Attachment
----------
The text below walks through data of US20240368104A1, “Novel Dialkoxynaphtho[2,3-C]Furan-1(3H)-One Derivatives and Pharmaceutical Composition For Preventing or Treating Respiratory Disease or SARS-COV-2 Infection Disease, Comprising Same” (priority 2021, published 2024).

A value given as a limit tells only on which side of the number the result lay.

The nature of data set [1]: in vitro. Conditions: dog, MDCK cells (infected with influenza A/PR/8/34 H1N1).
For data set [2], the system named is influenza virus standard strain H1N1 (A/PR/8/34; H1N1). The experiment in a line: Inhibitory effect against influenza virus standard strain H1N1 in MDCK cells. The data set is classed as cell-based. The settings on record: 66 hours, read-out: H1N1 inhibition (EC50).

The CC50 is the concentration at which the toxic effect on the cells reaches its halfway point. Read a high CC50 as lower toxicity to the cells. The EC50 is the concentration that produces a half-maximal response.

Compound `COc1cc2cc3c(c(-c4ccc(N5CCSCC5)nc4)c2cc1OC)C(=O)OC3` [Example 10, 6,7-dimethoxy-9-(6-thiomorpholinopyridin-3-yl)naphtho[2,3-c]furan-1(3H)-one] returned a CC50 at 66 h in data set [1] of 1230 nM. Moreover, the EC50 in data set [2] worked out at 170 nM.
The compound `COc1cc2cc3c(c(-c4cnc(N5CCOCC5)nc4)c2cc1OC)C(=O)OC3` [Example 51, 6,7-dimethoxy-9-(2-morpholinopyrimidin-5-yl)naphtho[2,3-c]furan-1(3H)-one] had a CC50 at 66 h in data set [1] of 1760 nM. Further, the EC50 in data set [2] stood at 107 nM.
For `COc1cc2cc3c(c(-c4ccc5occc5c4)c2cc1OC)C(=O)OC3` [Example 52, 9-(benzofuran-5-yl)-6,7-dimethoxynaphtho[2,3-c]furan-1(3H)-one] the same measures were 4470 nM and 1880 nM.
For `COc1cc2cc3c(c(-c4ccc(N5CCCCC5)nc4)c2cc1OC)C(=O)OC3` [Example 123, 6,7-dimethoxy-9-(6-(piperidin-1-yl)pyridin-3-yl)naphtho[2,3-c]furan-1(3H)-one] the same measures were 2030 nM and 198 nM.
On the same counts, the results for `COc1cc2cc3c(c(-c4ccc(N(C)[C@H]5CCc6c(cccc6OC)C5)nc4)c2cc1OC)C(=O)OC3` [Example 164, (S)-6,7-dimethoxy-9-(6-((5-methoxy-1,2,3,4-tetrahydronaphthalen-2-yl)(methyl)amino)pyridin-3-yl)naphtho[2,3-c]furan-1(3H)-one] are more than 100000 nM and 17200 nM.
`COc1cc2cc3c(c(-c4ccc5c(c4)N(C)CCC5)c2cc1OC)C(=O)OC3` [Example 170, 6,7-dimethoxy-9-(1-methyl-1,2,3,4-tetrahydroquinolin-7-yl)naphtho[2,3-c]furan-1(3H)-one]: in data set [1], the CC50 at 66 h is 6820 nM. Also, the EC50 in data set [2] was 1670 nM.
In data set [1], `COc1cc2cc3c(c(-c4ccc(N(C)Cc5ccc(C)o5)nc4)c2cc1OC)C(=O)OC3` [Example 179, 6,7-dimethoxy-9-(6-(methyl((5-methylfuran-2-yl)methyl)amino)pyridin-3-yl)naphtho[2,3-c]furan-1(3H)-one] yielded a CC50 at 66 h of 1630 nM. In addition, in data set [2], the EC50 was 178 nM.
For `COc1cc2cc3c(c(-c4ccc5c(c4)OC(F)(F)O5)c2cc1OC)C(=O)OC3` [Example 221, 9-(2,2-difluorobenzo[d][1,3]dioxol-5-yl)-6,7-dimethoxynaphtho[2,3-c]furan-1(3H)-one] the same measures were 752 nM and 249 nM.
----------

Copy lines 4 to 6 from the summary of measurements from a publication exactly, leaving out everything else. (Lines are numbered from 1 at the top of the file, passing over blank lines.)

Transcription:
For data set [2], the system named is influenza virus standard strain H1N1 (A/PR/8/34; H1N1). The experiment in a line: Inhibitory effect against influenza virus standard strain H1N1 in MDCK cells. The data set is classed as cell-based. The settings on record: 66 hours, read-out: H1N1 inhibition (EC50).

The CC50 is the concentration at which the toxic effect on the cells reaches its halfway point. Read a high CC50 as lower toxicity to the cells. The EC50 is the concentration that produces a half-maximal response.

Compound `COc1cc2cc3c(c(-c4ccc(N5CCSCC5)nc4)c2cc1OC)C(=O)OC3` [Example 10, 6,7-dimethoxy-9-(6-thiomorpholinopyridin-3-yl)naphtho[2,3-c]furan-1(3H)-one] returned a CC50 at 66 h in data set [1] of 1230 nM. Moreover, the EC50 in data set [2] worked out at 170 nM.